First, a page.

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RPA is Changing the Business Landscape

June 16, 2022


According to journalist David Edwards, the business landscape started to digitalize the moment computers were introduced into it over half-a-century ago. Currently, he notes, “One of the most popular and relevant areas of business digitization now is RPA (robotic process automation). The key idea is that the robot performs the same actions as a person, only faster and often better.”[1] In the case of RPA, the term “robotic” can be misleading. The robot in this instance is a rules-based software “bot” that carries out specified instructions in a structured situation. Journalist Angela Scott-Briggs (@AngelaScottBri1) explains, “[RPA utilizes] a manually coded virtual bot that helps automate various business processes that are generally deemed repetitive and a waste of valuable resources such as time and money. The robot part is mostly represented by a virtual character that works based on an algorithm designed to perform tasks in smarter and faster ways than a human ever could. This technology was only affordable by large companies a few years ago however with new business models coming up, companies of all sizes can take advantage of RPA.”[2] She adds, “There still are many misconceptions about what exactly RPA is and its range of capabilities. People sometimes confuse it with artificial intelligence.”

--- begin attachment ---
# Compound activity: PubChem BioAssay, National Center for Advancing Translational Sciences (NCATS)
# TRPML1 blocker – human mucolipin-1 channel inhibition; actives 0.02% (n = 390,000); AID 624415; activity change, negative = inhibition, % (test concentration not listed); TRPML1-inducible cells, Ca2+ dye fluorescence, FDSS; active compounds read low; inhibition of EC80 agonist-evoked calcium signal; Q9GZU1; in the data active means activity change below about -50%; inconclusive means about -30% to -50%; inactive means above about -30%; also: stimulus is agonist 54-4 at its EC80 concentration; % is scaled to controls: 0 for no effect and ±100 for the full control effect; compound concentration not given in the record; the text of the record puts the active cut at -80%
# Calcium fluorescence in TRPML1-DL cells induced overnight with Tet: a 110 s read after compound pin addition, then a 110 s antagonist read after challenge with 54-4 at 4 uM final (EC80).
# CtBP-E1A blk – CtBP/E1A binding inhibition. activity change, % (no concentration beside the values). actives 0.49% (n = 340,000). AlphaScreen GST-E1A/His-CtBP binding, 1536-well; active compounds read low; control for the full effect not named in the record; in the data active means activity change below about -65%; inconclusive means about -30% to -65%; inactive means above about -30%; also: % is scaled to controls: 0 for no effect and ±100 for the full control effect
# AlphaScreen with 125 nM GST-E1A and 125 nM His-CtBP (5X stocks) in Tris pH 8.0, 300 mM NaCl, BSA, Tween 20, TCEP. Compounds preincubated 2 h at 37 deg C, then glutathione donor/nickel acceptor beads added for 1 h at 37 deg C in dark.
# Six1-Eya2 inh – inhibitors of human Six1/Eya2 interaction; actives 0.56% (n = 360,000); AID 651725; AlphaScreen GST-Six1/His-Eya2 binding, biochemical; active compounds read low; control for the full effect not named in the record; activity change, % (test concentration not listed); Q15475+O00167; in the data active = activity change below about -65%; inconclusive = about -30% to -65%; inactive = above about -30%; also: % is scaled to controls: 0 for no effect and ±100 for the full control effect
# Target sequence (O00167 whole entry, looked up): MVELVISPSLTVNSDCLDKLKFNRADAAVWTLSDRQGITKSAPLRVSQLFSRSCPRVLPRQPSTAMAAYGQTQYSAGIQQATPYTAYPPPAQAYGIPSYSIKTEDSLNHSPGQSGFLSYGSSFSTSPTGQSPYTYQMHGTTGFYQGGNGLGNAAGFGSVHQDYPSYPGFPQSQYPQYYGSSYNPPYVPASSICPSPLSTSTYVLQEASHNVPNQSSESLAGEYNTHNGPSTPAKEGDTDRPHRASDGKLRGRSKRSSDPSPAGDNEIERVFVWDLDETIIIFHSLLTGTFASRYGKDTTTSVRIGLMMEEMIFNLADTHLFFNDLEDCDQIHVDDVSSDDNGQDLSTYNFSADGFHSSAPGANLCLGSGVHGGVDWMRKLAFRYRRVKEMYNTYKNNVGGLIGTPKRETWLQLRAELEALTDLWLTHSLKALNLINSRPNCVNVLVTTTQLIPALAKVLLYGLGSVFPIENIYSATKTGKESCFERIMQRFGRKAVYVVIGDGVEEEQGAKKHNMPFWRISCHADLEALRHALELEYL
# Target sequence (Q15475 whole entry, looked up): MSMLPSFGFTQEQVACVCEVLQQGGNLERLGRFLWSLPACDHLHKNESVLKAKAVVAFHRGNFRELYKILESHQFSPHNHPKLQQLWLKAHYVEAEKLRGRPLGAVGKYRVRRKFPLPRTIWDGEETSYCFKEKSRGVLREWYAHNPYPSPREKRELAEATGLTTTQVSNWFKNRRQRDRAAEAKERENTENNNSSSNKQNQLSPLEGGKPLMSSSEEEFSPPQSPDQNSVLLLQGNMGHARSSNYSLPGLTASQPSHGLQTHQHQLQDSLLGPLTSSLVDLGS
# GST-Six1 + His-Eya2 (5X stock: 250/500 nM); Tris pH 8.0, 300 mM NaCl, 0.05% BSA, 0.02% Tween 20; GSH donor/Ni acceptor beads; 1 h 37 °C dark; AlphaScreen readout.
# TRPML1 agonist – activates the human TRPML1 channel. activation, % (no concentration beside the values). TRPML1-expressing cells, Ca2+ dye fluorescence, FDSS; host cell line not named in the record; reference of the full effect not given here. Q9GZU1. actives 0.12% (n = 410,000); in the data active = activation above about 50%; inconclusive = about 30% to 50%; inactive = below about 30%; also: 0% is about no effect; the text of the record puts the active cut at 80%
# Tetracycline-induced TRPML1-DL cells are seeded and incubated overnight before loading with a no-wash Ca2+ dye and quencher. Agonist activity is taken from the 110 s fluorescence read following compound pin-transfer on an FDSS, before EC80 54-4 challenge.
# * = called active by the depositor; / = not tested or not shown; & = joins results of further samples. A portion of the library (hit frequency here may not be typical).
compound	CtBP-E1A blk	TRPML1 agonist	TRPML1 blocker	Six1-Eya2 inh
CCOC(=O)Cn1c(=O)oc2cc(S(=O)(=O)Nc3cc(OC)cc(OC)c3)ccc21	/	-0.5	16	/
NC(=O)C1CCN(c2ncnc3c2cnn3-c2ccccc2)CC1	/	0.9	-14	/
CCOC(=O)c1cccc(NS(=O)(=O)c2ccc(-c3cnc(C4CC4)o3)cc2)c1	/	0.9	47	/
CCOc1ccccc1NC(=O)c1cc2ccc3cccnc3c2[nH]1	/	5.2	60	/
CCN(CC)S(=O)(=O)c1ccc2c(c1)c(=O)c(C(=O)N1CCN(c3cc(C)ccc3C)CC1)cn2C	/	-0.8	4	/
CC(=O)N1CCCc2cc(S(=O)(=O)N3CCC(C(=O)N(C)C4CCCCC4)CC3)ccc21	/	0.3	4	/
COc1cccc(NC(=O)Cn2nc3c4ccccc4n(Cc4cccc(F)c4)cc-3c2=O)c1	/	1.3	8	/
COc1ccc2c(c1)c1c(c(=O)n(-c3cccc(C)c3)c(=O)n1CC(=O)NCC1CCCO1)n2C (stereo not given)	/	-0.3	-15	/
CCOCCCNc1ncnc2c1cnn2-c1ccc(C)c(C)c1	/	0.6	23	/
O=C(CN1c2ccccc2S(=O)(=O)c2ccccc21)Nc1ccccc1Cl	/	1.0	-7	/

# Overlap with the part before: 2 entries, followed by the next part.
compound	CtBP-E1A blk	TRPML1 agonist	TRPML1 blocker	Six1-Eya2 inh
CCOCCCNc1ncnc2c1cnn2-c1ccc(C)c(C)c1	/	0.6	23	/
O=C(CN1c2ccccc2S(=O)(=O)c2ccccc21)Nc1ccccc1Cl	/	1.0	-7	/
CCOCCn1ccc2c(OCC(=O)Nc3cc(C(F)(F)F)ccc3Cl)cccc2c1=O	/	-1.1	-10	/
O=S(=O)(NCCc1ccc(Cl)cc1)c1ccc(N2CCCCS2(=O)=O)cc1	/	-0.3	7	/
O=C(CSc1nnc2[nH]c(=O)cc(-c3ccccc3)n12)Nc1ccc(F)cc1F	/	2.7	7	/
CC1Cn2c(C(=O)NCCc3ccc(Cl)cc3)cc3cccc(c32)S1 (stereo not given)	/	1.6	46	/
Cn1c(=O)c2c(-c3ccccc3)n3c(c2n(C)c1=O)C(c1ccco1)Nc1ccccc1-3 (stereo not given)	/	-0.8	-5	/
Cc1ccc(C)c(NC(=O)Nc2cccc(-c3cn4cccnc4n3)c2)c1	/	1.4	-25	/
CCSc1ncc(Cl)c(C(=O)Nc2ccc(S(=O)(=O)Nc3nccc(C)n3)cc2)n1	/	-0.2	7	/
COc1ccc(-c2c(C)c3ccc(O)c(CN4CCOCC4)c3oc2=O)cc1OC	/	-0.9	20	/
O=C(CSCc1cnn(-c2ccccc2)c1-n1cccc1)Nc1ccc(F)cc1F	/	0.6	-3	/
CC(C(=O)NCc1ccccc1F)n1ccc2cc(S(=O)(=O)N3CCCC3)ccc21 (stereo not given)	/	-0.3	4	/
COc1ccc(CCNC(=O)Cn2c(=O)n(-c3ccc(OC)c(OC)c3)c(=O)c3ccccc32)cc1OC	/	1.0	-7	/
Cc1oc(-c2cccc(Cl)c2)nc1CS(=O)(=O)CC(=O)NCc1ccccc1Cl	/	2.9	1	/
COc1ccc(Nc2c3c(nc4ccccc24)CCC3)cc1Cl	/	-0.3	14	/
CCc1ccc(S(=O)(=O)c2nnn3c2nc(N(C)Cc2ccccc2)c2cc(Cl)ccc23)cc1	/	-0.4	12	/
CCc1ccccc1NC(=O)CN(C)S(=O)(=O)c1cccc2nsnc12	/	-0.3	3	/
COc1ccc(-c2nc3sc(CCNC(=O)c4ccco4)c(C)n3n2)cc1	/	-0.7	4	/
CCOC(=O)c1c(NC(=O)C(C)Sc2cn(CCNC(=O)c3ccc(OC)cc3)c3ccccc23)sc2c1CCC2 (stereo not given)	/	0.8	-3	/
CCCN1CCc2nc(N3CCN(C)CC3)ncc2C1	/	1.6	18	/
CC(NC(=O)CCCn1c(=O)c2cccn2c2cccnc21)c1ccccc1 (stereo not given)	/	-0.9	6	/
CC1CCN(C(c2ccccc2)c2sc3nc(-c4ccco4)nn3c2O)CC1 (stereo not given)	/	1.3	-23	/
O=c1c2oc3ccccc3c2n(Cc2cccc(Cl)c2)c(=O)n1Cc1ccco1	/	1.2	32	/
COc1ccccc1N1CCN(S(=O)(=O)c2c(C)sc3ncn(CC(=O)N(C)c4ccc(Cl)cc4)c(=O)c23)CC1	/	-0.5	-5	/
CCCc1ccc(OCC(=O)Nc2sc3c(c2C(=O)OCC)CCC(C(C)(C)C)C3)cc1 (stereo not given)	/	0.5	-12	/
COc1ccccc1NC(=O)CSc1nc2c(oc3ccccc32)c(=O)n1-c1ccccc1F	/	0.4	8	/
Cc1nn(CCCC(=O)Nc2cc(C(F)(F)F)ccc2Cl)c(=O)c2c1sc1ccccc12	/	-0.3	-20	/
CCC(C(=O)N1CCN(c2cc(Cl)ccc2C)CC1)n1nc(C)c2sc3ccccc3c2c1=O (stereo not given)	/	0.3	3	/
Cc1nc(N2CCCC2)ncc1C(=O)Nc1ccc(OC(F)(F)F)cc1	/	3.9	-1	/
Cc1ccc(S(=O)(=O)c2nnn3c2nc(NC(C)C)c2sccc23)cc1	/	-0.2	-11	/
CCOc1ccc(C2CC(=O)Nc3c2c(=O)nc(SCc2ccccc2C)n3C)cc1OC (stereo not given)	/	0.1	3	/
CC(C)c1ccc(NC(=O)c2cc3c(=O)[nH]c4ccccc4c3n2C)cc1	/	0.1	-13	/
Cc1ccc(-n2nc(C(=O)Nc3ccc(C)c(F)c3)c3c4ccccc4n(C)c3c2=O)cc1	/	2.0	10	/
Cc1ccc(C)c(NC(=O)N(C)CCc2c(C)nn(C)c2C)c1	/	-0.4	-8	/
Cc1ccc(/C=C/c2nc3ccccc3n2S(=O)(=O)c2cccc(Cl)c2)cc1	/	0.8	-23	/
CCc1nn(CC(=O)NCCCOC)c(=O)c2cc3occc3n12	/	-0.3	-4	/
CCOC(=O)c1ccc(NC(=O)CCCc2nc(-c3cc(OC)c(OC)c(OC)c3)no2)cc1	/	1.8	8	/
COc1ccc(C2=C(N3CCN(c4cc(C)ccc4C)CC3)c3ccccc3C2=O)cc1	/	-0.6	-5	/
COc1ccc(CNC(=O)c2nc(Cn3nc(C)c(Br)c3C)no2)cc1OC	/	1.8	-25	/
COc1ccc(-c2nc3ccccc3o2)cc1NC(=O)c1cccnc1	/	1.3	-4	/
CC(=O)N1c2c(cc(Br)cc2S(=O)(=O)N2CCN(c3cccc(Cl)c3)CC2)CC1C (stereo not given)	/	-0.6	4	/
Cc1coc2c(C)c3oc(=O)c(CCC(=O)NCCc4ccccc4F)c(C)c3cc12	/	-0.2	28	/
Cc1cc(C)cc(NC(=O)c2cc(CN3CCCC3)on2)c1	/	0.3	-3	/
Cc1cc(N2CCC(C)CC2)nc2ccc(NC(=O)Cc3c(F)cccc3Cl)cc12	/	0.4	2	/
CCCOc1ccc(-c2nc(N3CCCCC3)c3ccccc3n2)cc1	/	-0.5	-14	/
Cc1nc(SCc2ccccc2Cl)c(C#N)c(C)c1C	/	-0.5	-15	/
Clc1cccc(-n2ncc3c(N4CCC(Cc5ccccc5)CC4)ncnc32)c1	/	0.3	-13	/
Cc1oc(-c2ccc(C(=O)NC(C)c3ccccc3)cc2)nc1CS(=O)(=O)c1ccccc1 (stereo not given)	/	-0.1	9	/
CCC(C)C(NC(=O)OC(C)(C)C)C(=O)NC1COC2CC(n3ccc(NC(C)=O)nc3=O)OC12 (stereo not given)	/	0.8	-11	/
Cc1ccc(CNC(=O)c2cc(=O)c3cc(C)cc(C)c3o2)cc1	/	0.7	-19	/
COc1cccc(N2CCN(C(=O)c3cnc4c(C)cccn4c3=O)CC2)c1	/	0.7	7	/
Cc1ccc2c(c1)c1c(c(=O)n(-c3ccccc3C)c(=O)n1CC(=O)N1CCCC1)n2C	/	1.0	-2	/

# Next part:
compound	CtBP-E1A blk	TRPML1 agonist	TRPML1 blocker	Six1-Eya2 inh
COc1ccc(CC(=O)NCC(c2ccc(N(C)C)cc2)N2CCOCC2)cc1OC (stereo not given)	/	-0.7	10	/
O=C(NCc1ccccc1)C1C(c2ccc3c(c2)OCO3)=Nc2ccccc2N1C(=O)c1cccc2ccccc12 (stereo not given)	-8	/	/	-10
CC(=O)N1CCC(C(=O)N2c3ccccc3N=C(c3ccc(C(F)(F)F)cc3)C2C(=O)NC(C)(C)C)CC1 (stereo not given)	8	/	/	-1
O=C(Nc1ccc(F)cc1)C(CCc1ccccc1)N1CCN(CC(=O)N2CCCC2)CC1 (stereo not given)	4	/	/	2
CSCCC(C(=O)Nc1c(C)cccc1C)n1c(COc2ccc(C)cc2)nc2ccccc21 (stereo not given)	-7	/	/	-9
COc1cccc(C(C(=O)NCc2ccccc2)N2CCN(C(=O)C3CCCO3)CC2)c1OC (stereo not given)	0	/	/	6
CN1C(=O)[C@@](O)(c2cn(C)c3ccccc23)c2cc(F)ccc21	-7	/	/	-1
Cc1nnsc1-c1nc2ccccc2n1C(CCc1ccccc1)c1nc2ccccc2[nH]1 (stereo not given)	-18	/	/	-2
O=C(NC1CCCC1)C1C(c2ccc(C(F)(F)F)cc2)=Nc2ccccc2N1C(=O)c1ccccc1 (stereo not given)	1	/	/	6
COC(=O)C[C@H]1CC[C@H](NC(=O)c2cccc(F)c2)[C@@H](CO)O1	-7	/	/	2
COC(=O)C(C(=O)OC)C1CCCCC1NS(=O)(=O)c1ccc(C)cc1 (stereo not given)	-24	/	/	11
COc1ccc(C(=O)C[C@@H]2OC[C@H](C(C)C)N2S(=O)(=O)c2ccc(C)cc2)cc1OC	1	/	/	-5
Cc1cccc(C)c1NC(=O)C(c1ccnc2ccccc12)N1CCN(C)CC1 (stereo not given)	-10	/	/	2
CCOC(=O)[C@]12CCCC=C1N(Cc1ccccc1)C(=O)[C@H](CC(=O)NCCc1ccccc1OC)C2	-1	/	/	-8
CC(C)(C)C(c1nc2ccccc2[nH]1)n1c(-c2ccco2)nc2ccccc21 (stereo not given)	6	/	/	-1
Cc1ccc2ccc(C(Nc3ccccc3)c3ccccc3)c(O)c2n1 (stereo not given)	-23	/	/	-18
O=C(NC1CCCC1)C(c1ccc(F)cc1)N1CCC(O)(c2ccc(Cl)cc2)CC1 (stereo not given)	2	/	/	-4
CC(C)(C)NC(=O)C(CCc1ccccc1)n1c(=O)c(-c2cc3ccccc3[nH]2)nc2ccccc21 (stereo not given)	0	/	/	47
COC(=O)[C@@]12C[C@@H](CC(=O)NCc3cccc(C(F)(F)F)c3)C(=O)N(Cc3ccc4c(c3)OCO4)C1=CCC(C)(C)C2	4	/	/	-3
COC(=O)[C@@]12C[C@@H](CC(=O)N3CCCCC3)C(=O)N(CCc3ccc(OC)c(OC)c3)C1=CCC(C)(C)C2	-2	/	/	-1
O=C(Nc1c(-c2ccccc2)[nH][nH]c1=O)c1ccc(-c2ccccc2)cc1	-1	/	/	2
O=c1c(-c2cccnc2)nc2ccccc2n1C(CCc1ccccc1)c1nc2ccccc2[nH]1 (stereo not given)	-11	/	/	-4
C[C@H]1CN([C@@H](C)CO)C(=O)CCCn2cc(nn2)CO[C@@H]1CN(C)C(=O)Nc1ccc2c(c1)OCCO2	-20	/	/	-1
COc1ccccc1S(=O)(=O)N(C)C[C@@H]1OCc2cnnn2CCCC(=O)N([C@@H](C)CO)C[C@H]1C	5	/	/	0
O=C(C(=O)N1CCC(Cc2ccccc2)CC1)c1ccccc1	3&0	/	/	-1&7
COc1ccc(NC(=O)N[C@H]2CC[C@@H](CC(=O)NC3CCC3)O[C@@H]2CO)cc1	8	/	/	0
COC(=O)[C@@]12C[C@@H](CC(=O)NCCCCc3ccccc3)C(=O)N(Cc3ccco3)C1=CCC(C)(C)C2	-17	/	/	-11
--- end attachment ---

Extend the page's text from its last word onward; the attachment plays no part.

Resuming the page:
How RPA is Changing the Business Landscape